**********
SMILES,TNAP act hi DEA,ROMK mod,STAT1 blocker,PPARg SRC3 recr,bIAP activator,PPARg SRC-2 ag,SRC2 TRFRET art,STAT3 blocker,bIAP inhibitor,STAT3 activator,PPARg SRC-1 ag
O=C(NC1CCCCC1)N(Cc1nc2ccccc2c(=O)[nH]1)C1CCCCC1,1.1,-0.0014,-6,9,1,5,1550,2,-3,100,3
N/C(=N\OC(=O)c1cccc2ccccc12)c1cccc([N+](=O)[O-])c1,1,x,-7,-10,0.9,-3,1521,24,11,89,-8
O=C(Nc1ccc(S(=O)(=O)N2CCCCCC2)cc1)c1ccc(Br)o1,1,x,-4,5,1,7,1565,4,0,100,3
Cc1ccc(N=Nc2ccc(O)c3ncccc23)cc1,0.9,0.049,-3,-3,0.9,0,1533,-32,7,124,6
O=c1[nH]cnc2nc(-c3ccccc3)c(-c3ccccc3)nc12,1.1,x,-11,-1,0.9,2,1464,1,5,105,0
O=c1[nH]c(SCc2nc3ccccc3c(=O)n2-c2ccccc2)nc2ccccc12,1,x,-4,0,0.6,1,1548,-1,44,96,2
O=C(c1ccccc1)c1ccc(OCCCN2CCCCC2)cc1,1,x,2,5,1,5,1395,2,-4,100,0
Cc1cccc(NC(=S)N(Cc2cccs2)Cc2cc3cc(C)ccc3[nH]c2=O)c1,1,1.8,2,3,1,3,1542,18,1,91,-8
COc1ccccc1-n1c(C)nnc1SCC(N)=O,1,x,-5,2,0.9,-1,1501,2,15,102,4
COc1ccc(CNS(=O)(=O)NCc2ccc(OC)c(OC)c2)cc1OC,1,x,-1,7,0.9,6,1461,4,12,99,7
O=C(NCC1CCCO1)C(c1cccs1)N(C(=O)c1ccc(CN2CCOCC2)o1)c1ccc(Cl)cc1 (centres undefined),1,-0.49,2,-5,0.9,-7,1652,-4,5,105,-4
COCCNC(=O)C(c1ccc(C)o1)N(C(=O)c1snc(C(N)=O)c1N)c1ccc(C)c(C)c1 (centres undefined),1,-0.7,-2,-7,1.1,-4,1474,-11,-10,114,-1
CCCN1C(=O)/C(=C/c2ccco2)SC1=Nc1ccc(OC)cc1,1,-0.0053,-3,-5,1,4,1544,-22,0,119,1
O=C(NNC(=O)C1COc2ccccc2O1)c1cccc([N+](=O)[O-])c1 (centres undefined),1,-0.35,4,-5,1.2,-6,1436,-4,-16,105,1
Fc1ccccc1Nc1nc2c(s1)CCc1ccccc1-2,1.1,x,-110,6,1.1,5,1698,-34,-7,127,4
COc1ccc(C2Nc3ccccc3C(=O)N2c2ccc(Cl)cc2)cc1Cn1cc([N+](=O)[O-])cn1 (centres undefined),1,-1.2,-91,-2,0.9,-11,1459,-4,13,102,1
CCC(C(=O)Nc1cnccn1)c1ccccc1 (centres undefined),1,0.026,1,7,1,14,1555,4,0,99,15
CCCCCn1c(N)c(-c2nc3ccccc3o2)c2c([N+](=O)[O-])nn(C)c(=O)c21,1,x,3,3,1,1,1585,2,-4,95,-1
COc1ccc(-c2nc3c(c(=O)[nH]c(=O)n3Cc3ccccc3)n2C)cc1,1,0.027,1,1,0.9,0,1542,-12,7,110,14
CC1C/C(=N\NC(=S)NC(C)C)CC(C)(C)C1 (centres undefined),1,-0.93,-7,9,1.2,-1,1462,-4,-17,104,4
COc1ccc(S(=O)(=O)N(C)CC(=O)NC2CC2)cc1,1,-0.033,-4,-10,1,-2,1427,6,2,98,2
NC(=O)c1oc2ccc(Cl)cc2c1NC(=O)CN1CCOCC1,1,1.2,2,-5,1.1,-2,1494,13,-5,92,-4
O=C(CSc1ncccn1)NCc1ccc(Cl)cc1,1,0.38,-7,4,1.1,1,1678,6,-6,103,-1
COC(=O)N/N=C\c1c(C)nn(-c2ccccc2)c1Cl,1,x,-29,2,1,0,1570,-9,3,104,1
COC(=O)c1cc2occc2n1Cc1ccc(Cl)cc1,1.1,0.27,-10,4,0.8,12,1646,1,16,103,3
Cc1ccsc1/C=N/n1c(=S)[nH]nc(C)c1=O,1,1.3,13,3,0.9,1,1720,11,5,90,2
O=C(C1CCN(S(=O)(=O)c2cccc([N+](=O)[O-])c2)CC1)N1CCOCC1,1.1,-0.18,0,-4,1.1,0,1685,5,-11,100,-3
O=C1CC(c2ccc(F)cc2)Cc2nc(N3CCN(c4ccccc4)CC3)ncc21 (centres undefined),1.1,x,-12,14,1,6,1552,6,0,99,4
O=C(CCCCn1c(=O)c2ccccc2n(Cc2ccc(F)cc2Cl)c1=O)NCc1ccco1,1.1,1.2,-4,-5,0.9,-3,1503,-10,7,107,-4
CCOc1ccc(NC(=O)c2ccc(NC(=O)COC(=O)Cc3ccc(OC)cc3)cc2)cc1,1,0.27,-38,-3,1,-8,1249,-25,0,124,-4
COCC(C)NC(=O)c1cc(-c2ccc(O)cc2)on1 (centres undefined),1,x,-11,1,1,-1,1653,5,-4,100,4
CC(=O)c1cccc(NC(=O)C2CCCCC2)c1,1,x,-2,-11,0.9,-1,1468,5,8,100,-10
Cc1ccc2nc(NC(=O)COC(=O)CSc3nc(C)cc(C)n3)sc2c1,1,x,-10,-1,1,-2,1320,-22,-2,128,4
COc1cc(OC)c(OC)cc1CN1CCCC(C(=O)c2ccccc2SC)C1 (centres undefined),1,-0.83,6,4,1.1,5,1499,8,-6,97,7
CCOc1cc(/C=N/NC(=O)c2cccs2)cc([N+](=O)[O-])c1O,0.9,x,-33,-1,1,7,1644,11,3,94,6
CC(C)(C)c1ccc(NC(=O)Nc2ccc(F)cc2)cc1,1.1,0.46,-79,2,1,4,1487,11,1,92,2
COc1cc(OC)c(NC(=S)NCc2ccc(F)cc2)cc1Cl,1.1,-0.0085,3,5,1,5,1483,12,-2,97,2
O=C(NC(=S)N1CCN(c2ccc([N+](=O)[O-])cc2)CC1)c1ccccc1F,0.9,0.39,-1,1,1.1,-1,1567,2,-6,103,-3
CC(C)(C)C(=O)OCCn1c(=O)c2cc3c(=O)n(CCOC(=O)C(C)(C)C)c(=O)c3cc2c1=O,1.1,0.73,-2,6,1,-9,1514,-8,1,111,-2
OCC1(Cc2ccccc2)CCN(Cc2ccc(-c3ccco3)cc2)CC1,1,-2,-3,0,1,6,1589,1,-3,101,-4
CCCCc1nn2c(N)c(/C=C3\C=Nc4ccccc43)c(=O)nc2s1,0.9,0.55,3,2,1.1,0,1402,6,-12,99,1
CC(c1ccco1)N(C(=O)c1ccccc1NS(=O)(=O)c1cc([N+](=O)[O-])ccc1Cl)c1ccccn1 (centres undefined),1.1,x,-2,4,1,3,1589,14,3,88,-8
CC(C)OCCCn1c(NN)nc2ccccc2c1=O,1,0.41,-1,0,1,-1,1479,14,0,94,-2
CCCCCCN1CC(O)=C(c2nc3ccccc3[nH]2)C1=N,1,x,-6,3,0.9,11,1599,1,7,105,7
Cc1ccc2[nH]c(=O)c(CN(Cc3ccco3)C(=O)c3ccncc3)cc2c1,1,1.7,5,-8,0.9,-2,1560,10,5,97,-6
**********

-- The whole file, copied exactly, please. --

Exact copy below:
SMILES,TNAP act hi DEA,ROMK mod,STAT1 blocker,PPARg SRC3 recr,bIAP activator,PPARg SRC-2 ag,SRC2 TRFRET art,STAT3 blocker,bIAP inhibitor,STAT3 activator,PPARg SRC-1 ag
O=C(NC1CCCCC1)N(Cc1nc2ccccc2c(=O)[nH]1)C1CCCCC1,1.1,-0.0014,-6,9,1,5,1550,2,-3,100,3
N/C(=N\OC(=O)c1cccc2ccccc12)c1cccc([N+](=O)[O-])c1,1,x,-7,-10,0.9,-3,1521,24,11,89,-8
O=C(Nc1ccc(S(=O)(=O)N2CCCCCC2)cc1)c1ccc(Br)o1,1,x,-4,5,1,7,1565,4,0,100,3
Cc1ccc(N=Nc2ccc(O)c3ncccc23)cc1,0.9,0.049,-3,-3,0.9,0,1533,-32,7,124,6
O=c1[nH]cnc2nc(-c3ccccc3)c(-c3ccccc3)nc12,1.1,x,-11,-1,0.9,2,1464,1,5,105,0
O=c1[nH]c(SCc2nc3ccccc3c(=O)n2-c2ccccc2)nc2ccccc12,1,x,-4,0,0.6,1,1548,-1,44,96,2
O=C(c1ccccc1)c1ccc(OCCCN2CCCCC2)cc1,1,x,2,5,1,5,1395,2,-4,100,0
Cc1cccc(NC(=S)N(Cc2cccs2)Cc2cc3cc(C)ccc3[nH]c2=O)c1,1,1.8,2,3,1,3,1542,18,1,91,-8
COc1ccccc1-n1c(C)nnc1SCC(N)=O,1,x,-5,2,0.9,-1,1501,2,15,102,4
COc1ccc(CNS(=O)(=O)NCc2ccc(OC)c(OC)c2)cc1OC,1,x,-1,7,0.9,6,1461,4,12,99,7
O=C(NCC1CCCO1)C(c1cccs1)N(C(=O)c1ccc(CN2CCOCC2)o1)c1ccc(Cl)cc1 (centres undefined),1,-0.49,2,-5,0.9,-7,1652,-4,5,105,-4
COCCNC(=O)C(c1ccc(C)o1)N(C(=O)c1snc(C(N)=O)c1N)c1ccc(C)c(C)c1 (centres undefined),1,-0.7,-2,-7,1.1,-4,1474,-11,-10,114,-1
CCCN1C(=O)/C(=C/c2ccco2)SC1=Nc1ccc(OC)cc1,1,-0.0053,-3,-5,1,4,1544,-22,0,119,1
O=C(NNC(=O)C1COc2ccccc2O1)c1cccc([N+](=O)[O-])c1 (centres undefined),1,-0.35,4,-5,1.2,-6,1436,-4,-16,105,1
Fc1ccccc1Nc1nc2c(s1)CCc1ccccc1-2,1.1,x,-110,6,1.1,5,1698,-34,-7,127,4
COc1ccc(C2Nc3ccccc3C(=O)N2c2ccc(Cl)cc2)cc1Cn1cc([N+](=O)[O-])cn1 (centres undefined),1,-1.2,-91,-2,0.9,-11,1459,-4,13,102,1
CCC(C(=O)Nc1cnccn1)c1ccccc1 (centres undefined),1,0.026,1,7,1,14,1555,4,0,99,15
CCCCCn1c(N)c(-c2nc3ccccc3o2)c2c([N+](=O)[O-])nn(C)c(=O)c21,1,x,3,3,1,1,1585,2,-4,95,-1
COc1ccc(-c2nc3c(c(=O)[nH]c(=O)n3Cc3ccccc3)n2C)cc1,1,0.027,1,1,0.9,0,1542,-12,7,110,14
CC1C/C(=N\NC(=S)NC(C)C)CC(C)(C)C1 (centres undefined),1,-0.93,-7,9,1.2,-1,1462,-4,-17,104,4
COc1ccc(S(=O)(=O)N(C)CC(=O)NC2CC2)cc1,1,-0.033,-4,-10,1,-2,1427,6,2,98,2
NC(=O)c1oc2ccc(Cl)cc2c1NC(=O)CN1CCOCC1,1,1.2,2,-5,1.1,-2,1494,13,-5,92,-4
O=C(CSc1ncccn1)NCc1ccc(Cl)cc1,1,0.38,-7,4,1.1,1,1678,6,-6,103,-1
COC(=O)N/N=C\c1c(C)nn(-c2ccccc2)c1Cl,1,x,-29,2,1,0,1570,-9,3,104,1
COC(=O)c1cc2occc2n1Cc1ccc(Cl)cc1,1.1,0.27,-10,4,0.8,12,1646,1,16,103,3
Cc1ccsc1/C=N/n1c(=S)[nH]nc(C)c1=O,1,1.3,13,3,0.9,1,1720,11,5,90,2
O=C(C1CCN(S(=O)(=O)c2cccc([N+](=O)[O-])c2)CC1)N1CCOCC1,1.1,-0.18,0,-4,1.1,0,1685,5,-11,100,-3
O=C1CC(c2ccc(F)cc2)Cc2nc(N3CCN(c4ccccc4)CC3)ncc21 (centres undefined),1.1,x,-12,14,1,6,1552,6,0,99,4
O=C(CCCCn1c(=O)c2ccccc2n(Cc2ccc(F)cc2Cl)c1=O)NCc1ccco1,1.1,1.2,-4,-5,0.9,-3,1503,-10,7,107,-4
CCOc1ccc(NC(=O)c2ccc(NC(=O)COC(=O)Cc3ccc(OC)cc3)cc2)cc1,1,0.27,-38,-3,1,-8,1249,-25,0,124,-4
COCC(C)NC(=O)c1cc(-c2ccc(O)cc2)on1 (centres undefined),1,x,-11,1,1,-1,1653,5,-4,100,4
CC(=O)c1cccc(NC(=O)C2CCCCC2)c1,1,x,-2,-11,0.9,-1,1468,5,8,100,-10
Cc1ccc2nc(NC(=O)COC(=O)CSc3nc(C)cc(C)n3)sc2c1,1,x,-10,-1,1,-2,1320,-22,-2,128,4
COc1cc(OC)c(OC)cc1CN1CCCC(C(=O)c2ccccc2SC)C1 (centres undefined),1,-0.83,6,4,1.1,5,1499,8,-6,97,7
CCOc1cc(/C=N/NC(=O)c2cccs2)cc([N+](=O)[O-])c1O,0.9,x,-33,-1,1,7,1644,11,3,94,6
CC(C)(C)c1ccc(NC(=O)Nc2ccc(F)cc2)cc1,1.1,0.46,-79,2,1,4,1487,11,1,92,2
COc1cc(OC)c(NC(=S)NCc2ccc(F)cc2)cc1Cl,1.1,-0.0085,3,5,1,5,1483,12,-2,97,2
O=C(NC(=S)N1CCN(c2ccc([N+](=O)[O-])cc2)CC1)c1ccccc1F,0.9,0.39,-1,1,1.1,-1,1567,2,-6,103,-3
CC(C)(C)C(=O)OCCn1c(=O)c2cc3c(=O)n(CCOC(=O)C(C)(C)C)c(=O)c3cc2c1=O,1.1,0.73,-2,6,1,-9,1514,-8,1,111,-2
OCC1(Cc2ccccc2)CCN(Cc2ccc(-c3ccco3)cc2)CC1,1,-2,-3,0,1,6,1589,1,-3,101,-4
CCCCc1nn2c(N)c(/C=C3\C=Nc4ccccc43)c(=O)nc2s1,0.9,0.55,3,2,1.1,0,1402,6,-12,99,1
CC(c1ccco1)N(C(=O)c1ccccc1NS(=O)(=O)c1cc([N+](=O)[O-])ccc1Cl)c1ccccn1 (centres undefined),1.1,x,-2,4,1,3,1589,14,3,88,-8
CC(C)OCCCn1c(NN)nc2ccccc2c1=O,1,0.41,-1,0,1,-1,1479,14,0,94,-2
CCCCCCN1CC(O)=C(c2nc3ccccc3[nH]2)C1=N,1,x,-6,3,0.9,11,1599,1,7,105,7
Cc1ccc2[nH]c(=O)c(CN(Cc3ccco3)C(=O)c3ccncc3)cc2c1,1,1.7,5,-8,0.9,-2,1560,10,5,97,-6